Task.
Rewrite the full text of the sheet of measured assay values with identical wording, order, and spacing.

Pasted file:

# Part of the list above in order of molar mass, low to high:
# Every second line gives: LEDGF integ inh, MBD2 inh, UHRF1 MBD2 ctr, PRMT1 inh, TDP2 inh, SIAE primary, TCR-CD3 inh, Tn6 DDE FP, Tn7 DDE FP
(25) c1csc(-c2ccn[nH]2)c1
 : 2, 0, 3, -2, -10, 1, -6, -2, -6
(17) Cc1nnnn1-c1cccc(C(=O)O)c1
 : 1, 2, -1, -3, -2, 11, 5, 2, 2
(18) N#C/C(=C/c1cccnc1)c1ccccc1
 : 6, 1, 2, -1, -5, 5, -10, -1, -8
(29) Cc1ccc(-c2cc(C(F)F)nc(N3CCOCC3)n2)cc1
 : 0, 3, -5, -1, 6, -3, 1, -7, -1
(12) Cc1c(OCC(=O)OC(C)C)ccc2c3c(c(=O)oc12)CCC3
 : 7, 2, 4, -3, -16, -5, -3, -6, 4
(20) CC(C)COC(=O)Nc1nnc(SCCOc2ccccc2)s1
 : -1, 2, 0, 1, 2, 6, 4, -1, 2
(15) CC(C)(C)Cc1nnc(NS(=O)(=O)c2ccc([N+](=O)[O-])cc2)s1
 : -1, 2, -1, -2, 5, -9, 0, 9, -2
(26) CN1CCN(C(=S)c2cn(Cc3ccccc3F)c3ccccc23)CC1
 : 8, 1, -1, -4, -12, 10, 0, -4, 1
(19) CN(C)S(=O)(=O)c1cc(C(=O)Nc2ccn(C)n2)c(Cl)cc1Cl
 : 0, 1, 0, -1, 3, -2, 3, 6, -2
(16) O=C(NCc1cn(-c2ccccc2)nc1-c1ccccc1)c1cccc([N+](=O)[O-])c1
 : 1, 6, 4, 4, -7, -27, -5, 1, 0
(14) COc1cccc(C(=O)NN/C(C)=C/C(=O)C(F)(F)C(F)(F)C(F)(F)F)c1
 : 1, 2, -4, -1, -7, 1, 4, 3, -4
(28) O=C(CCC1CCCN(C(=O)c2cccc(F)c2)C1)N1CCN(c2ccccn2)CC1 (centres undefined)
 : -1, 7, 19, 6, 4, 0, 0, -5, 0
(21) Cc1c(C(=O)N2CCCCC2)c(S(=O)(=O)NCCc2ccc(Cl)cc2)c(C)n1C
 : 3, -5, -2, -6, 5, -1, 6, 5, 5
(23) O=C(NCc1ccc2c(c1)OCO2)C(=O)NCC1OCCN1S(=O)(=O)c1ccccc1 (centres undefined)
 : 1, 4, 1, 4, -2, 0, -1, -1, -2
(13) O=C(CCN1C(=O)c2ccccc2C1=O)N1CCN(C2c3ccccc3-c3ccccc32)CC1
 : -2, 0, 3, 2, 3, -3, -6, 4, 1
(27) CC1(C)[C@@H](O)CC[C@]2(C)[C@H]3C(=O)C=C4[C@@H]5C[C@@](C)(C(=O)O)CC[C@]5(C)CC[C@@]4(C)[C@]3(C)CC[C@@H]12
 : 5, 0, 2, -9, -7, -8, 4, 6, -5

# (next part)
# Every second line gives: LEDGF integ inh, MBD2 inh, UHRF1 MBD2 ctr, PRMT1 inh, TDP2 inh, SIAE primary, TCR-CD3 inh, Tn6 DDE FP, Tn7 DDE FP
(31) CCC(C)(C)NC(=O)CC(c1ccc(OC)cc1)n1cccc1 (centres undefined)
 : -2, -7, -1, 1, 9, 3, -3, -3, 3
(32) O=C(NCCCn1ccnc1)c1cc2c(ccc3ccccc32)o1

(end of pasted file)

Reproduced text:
# Part of the list above in order of molar mass, low to high:
# Every second line gives: LEDGF integ inh, MBD2 inh, UHRF1 MBD2 ctr, PRMT1 inh, TDP2 inh, SIAE primary, TCR-CD3 inh, Tn6 DDE FP, Tn7 DDE FP
(25) c1csc(-c2ccn[nH]2)c1
 : 2, 0, 3, -2, -10, 1, -6, -2, -6
(17) Cc1nnnn1-c1cccc(C(=O)O)c1
 : 1, 2, -1, -3, -2, 11, 5, 2, 2
(18) N#C/C(=C/c1cccnc1)c1ccccc1
 : 6, 1, 2, -1, -5, 5, -10, -1, -8
(29) Cc1ccc(-c2cc(C(F)F)nc(N3CCOCC3)n2)cc1
 : 0, 3, -5, -1, 6, -3, 1, -7, -1
(12) Cc1c(OCC(=O)OC(C)C)ccc2c3c(c(=O)oc12)CCC3
 : 7, 2, 4, -3, -16, -5, -3, -6, 4
(20) CC(C)COC(=O)Nc1nnc(SCCOc2ccccc2)s1
 : -1, 2, 0, 1, 2, 6, 4, -1, 2
(15) CC(C)(C)Cc1nnc(NS(=O)(=O)c2ccc([N+](=O)[O-])cc2)s1
 : -1, 2, -1, -2, 5, -9, 0, 9, -2
(26) CN1CCN(C(=S)c2cn(Cc3ccccc3F)c3ccccc23)CC1
 : 8, 1, -1, -4, -12, 10, 0, -4, 1
(19) CN(C)S(=O)(=O)c1cc(C(=O)Nc2ccn(C)n2)c(Cl)cc1Cl
 : 0, 1, 0, -1, 3, -2, 3, 6, -2
(16) O=C(NCc1cn(-c2ccccc2)nc1-c1ccccc1)c1cccc([N+](=O)[O-])c1
 : 1, 6, 4, 4, -7, -27, -5, 1, 0
(14) COc1cccc(C(=O)NN/C(C)=C/C(=O)C(F)(F)C(F)(F)C(F)(F)F)c1
 : 1, 2, -4, -1, -7, 1, 4, 3, -4
(28) O=C(CCC1CCCN(C(=O)c2cccc(F)c2)C1)N1CCN(c2ccccn2)CC1 (centres undefined)
 : -1, 7, 19, 6, 4, 0, 0, -5, 0
(21) Cc1c(C(=O)N2CCCCC2)c(S(=O)(=O)NCCc2ccc(Cl)cc2)c(C)n1C
 : 3, -5, -2, -6, 5, -1, 6, 5, 5
(23) O=C(NCc1ccc2c(c1)OCO2)C(=O)NCC1OCCN1S(=O)(=O)c1ccccc1 (centres undefined)
 : 1, 4, 1, 4, -2, 0, -1, -1, -2
(13) O=C(CCN1C(=O)c2ccccc2C1=O)N1CCN(C2c3ccccc3-c3ccccc32)CC1
 : -2, 0, 3, 2, 3, -3, -6, 4, 1
(27) CC1(C)[C@@H](O)CC[C@]2(C)[C@H]3C(=O)C=C4[C@@H]5C[C@@](C)(C(=O)O)CC[C@]5(C)CC[C@@]4(C)[C@]3(C)CC[C@@H]12
 : 5, 0, 2, -9, -7, -8, 4, 6, -5

# (next part)
# Every second line gives: LEDGF integ inh, MBD2 inh, UHRF1 MBD2 ctr, PRMT1 inh, TDP2 inh, SIAE primary, TCR-CD3 inh, Tn6 DDE FP, Tn7 DDE FP
(31) CCC(C)(C)NC(=O)CC(c1ccc(OC)cc1)n1cccc1 (centres undefined)
 : -2, -7, -1, 1, 9, 3, -3, -3, 3
(32) O=C(NCCCn1ccnc1)c1cc2c(ccc3ccccc32)o1